He also started a Detroit-based Rap group called D12 (see #12) to make sure his friends had some money in their pockets too.

And though he could obviously afford to live anywhere he chooses, he continues to live in the Detroit area.

So Detroit is really in Eminem’s DNA, just as his music is now part of the city’s cultural DNA.

3. (You Make Me Feel Like) A Natural Woman – Aretha Franklin

Aretha is nicknamed the “Queen of Soul” music and although she wasn’t born in Detroit, she spent most of her childhood and life there. 

Her long musical journey had Gospel origins like many of the greatest R&B and Soul singers but she was also notable for her songs that celebrated (African American) women such as this one and Respect. 

And although she had a gazillion hit singles, I recommend checking out some of her mid-1960s albums such as Aretha Arrives or Lady Soul. 

And if you can get some of her records on vinyl, it’s a match made in heaven

4. Fell in Love with a Girl – The White Stripes

Detroit’s Indie Rock darlings made quite a splash when they turned the idea of guitar-based Rock on its head. 

The recipe was simple: one drummer and one guitarist/singer, a signature color theme of red and white, and lots of attitude and creativity.

In fact, when you add in the odd imported guitars (that most professional musicians wouldn’t touch with a ten-foot pole), I feel like The White Stripes were the embodiment of turning lemons into lemonade. 

I’m not exactly sure what Meg White is up to these days, but Jack has been a fixture of the music industry in Detroit and Nashville for years, also putting out music with a newer band called The Raconteurs. 

And if you dig their music, also check out Electric Six (#17) and The Von Bondies (#20) for more great Detroit Rock music from the same period.

5. Welcome to My Nightmare – Alice Cooper (Vincent Furnier)

The “man” known as Alice Cooper was born in Detroit and lived there until he was a teenager.

Although the “band” Alice Cooper was formed in Arizona, I wanted to give Cooper some love here for his Motor City roots…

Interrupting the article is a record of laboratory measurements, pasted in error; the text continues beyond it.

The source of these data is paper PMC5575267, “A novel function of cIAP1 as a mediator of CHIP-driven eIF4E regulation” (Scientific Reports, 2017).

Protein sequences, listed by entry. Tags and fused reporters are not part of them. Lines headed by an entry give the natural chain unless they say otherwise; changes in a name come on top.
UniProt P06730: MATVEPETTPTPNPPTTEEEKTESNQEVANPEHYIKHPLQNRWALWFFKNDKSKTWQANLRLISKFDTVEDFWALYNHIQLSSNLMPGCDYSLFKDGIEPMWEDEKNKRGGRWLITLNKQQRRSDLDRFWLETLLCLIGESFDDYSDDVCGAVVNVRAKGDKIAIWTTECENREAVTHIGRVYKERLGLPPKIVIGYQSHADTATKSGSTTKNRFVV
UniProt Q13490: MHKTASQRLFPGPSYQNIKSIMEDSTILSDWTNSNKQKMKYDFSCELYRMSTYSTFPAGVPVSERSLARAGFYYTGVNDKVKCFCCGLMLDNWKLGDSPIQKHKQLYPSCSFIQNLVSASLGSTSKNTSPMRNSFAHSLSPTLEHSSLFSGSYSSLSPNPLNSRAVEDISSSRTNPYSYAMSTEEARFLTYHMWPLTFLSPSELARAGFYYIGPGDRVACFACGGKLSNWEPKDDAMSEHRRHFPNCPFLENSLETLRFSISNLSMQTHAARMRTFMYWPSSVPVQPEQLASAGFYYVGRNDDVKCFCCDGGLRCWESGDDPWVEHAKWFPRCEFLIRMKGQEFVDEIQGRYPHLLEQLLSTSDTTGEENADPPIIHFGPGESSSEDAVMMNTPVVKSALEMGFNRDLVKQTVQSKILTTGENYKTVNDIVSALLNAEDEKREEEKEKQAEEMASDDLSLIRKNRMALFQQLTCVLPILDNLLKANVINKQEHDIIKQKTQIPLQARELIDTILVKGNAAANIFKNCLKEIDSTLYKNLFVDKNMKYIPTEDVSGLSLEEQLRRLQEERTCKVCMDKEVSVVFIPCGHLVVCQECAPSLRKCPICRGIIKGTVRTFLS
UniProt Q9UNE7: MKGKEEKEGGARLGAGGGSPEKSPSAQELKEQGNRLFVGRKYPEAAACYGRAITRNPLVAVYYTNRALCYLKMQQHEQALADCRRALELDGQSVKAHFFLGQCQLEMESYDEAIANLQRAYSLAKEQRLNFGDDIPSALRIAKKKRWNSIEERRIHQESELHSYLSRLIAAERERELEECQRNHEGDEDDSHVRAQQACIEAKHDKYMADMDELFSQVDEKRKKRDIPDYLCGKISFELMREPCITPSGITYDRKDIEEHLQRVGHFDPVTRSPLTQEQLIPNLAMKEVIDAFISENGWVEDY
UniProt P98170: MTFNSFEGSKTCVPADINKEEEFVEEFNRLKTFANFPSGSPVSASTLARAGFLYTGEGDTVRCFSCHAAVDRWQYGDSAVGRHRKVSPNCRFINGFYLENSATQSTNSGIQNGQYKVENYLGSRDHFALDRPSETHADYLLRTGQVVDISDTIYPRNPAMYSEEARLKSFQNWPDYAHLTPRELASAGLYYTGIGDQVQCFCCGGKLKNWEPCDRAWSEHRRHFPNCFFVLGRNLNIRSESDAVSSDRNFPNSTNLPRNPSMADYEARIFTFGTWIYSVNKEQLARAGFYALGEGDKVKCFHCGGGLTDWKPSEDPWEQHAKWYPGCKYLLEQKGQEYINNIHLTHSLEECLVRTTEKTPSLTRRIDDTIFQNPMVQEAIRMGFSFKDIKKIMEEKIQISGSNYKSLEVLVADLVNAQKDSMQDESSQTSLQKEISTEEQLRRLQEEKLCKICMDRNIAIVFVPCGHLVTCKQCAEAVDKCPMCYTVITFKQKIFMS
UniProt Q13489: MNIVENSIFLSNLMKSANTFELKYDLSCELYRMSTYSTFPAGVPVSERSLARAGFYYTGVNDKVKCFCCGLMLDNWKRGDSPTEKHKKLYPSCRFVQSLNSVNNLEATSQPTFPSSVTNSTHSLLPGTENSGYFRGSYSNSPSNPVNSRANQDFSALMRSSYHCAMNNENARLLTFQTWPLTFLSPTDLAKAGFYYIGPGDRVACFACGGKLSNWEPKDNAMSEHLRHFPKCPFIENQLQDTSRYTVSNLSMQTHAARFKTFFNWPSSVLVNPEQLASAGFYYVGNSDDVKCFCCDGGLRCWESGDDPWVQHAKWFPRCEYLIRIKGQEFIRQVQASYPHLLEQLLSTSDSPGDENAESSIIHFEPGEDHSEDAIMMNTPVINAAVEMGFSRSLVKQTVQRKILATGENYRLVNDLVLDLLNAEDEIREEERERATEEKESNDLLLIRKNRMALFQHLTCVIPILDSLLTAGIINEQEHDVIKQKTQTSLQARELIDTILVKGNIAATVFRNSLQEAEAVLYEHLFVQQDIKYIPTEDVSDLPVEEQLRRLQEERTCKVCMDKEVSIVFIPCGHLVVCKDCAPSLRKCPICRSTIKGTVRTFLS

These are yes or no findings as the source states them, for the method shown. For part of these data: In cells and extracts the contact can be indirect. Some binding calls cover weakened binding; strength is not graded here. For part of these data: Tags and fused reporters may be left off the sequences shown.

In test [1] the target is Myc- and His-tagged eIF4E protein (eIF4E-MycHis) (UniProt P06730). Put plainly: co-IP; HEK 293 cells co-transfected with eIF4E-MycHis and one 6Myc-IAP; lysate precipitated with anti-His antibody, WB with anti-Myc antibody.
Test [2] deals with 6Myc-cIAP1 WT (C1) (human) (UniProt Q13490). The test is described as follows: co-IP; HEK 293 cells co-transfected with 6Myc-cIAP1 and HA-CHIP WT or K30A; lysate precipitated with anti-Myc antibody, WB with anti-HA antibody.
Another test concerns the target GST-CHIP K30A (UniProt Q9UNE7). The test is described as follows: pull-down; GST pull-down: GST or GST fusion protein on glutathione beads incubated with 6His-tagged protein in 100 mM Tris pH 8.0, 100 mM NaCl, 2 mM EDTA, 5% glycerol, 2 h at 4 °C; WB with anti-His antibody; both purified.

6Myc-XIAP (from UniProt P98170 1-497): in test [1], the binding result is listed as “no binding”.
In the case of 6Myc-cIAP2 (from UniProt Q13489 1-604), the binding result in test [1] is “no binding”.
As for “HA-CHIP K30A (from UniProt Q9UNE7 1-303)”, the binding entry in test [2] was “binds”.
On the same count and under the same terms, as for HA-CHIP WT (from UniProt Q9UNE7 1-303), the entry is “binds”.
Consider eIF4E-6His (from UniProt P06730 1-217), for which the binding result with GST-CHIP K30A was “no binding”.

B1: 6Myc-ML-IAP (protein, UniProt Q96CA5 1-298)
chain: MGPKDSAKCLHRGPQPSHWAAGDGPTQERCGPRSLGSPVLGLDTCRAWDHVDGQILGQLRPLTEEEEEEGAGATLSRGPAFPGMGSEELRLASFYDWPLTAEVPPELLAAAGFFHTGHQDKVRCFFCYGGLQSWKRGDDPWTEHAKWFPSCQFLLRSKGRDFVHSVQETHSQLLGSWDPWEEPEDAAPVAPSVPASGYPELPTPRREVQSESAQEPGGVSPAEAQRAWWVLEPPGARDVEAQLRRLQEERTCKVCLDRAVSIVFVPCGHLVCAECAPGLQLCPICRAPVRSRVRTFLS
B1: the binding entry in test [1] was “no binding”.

First, because I’m a fan of his Seventies music and also, along with Kid Rock and Eminem, he shows that Detroit could breed some musicians with huge stage personalities. 

But time has changed Alice Cooper and his freaky persona is mostly just an act, at least it is these days.

In fact, he is now a Christian (his father was a preacher) and now he likes to spend his time playing golf rather than dressing up like the boogeyman. Oh well. 

6. Only God Knows Why – Kid Rock

7. Sometimes I Don’t Mind – The Suicide Machines

8. Boogie Woogie Wu – Insane Clown Posse

9. Stop! In the Name of Love – The Supremes

10. Age Ain’t Nothing But a Number – Aaliyah

11. I Found a Love – The Falcons (including Wilson Pickett)

12. My Band – D12 feat. Cameo

13. When She Was My Girl – The Four Tops

14. I Just Called to Say I Love You – Stevie Wonder

15. Baby, I’m for Real – The Originals

16. Night Moves – Bob Seger and The Silver Bullet Band

17. Danger! High Voltage – Electric Six

18. Ooh Baby Baby – Smokey Robinson and The Miracles

19. Should Have Known Better – Sufjan Stevens

20. C’mon C’mon – The Von Bondies

21. Working My Way Back to You – The Spinners

22. Steady, As She Goes – The Raconteurs

23. Spy in the House of Love – Was (Not Was)

24. Inner City Blues – The Butler Twins

25. Story of Our Lives – Twiztid